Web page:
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Inverness therapy centre gets new lease of life

Leigh-Ann Little, manager of the Inverness and District MS therapy centre
Leigh-Ann Little, manager of the Inverness and District MS therapy centre

A Highland charity that has been helping people with a variety of conditions for a quarter of a century has been given a new name and a new lease of life.

The MS Therapy Centre Inverness was set up in 1992 by a group of local people living with multiple sclerosis (MS) and since then has been providing therapies to help members self-manage their symptoms.

The centre’s treatments – including oxygen therapy, physiotherapy, massage and reflexology – can help with other medical conditions, such as cancer, Parkinson’s and diabetes.

The facility also provides emotional and social support for members, including a transportation service, to combat exclusion and isolation, and has  the only oxygen chamber in the central Highlands.

Now, as part of its silver anniversary celebrations, the centre in the city’s Burnett Road is being re-branded to highlight its wide-ranging services, which the charity aims to improve and expand in future.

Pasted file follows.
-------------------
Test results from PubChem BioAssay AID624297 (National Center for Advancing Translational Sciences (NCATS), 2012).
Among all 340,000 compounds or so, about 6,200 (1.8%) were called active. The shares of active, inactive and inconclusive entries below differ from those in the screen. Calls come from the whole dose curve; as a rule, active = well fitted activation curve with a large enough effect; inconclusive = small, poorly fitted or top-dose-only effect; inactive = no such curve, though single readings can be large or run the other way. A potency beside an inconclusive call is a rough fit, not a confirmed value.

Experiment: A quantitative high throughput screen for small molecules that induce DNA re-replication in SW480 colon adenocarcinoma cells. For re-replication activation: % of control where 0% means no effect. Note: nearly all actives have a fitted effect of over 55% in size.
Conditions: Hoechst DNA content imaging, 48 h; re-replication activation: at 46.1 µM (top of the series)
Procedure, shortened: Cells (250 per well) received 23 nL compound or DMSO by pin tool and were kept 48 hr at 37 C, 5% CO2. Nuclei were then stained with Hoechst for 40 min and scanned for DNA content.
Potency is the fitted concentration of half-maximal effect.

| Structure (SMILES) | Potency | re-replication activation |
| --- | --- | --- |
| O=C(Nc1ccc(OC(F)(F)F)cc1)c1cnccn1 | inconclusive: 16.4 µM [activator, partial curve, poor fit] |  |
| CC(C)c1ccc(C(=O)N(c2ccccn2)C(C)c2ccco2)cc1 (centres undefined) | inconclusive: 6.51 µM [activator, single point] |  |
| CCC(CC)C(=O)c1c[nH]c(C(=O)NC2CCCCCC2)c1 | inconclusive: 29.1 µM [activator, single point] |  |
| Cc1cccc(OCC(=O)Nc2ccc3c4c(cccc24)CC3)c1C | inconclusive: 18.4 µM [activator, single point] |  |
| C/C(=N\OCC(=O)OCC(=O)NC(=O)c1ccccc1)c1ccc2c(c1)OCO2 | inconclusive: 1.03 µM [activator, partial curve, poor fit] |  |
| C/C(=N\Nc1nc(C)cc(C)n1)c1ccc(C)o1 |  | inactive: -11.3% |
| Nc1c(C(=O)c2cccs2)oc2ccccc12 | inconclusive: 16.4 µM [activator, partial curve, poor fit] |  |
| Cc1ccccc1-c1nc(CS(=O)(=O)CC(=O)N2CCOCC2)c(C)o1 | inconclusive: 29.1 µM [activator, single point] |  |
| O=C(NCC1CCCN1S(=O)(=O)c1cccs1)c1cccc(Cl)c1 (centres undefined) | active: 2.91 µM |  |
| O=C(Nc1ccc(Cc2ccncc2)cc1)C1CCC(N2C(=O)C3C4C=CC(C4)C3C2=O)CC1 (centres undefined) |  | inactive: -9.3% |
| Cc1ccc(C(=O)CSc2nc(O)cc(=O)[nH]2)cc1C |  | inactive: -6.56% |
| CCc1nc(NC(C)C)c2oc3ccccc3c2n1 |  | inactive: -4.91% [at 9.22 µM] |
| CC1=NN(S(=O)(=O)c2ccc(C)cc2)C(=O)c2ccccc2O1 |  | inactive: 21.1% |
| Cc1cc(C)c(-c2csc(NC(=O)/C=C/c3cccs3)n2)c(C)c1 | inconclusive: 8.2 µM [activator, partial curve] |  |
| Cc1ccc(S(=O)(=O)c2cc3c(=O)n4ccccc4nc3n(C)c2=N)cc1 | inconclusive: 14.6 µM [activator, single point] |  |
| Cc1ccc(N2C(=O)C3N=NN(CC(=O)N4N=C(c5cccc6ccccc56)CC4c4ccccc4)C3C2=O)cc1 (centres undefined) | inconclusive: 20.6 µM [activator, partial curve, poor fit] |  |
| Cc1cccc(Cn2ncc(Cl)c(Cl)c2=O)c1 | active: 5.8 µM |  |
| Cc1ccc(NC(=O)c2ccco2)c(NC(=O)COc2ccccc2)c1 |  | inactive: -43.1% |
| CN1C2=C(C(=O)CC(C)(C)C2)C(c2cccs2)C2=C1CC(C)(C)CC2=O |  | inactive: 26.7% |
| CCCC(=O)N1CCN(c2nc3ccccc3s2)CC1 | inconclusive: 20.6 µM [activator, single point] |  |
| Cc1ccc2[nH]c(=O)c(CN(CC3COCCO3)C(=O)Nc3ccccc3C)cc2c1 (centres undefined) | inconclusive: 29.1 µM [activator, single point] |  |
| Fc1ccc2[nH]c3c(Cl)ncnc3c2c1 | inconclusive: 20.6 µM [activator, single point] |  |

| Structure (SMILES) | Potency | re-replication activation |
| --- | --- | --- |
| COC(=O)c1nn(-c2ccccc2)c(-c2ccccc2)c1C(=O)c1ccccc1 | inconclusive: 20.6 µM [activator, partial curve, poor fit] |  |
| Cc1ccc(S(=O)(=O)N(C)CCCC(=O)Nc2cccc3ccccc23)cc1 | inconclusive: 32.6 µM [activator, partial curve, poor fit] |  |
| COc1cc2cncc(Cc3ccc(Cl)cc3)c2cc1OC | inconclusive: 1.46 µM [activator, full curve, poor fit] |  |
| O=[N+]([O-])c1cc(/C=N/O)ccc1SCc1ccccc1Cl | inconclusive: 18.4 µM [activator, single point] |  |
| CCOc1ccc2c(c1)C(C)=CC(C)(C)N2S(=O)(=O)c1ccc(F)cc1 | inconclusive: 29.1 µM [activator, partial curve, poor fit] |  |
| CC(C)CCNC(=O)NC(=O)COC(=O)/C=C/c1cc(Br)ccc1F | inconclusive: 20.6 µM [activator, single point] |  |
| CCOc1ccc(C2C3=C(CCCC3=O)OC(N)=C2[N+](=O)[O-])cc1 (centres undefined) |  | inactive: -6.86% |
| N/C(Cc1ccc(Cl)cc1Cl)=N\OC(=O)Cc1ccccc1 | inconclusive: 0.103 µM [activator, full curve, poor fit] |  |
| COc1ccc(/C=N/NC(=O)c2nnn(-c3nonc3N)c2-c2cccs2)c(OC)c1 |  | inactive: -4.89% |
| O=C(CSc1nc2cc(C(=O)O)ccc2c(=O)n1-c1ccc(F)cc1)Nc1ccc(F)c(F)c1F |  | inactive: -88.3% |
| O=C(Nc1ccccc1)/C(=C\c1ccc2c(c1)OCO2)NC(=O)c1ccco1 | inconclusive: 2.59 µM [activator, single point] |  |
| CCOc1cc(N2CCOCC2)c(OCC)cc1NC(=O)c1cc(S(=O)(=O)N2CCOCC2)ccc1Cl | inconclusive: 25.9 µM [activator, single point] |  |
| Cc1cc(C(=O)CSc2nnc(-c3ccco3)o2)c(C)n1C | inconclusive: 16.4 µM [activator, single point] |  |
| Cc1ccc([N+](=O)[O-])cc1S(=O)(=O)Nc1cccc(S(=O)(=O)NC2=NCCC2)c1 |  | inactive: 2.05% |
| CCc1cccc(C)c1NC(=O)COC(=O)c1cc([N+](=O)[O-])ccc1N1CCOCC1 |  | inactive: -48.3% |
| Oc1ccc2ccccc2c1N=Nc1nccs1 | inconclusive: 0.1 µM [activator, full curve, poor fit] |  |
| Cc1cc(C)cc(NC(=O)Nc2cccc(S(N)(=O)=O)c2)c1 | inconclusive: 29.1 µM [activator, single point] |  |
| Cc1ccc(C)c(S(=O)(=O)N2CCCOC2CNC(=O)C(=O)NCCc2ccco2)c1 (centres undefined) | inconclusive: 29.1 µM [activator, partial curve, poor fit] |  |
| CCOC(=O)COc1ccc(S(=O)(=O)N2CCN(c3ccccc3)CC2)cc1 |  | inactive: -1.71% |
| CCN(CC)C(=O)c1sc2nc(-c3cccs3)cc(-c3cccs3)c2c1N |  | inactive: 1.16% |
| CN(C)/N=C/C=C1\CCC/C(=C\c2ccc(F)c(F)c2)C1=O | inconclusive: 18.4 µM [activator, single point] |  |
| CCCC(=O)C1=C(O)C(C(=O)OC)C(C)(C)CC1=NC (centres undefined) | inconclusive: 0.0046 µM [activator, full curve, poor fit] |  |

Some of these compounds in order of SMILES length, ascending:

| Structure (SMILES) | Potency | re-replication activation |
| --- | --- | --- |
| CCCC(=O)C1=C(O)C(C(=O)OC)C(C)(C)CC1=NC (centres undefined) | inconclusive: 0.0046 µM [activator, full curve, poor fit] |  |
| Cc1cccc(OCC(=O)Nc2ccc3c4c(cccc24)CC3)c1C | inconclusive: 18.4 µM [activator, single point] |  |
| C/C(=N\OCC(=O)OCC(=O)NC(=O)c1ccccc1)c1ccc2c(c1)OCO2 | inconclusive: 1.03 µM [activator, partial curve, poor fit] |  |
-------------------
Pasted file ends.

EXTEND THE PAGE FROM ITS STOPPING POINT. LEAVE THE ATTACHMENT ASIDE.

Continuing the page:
From today, it will be known as The Oxygen Works and will raise its profile to reach as many people in need of its services as possible.

Leigh-Ann Little, the centre manager, said: “The new name is logical – the oxygen works. We know that, we’ve been delivering care for 25 years. But it works on so many different levels for people with different conditions.

“That’s really important because it allow us to show the wider community they can access what we deliver.

“Through research, we know there are many more people living with MS and other health concerns who require the support of a centre like ours.

“In order to access and support these individuals it became evident that there were key challenges around visibility, accessibility and branding, that need to be addressed.”

More than 500 centre members travel from across the Highlands and from as far afield as Aberdeen and the Outer Hebrides, to use the facilities.

It costs £250,000 a year to run, with the vast bulk of income coming from users and donations.

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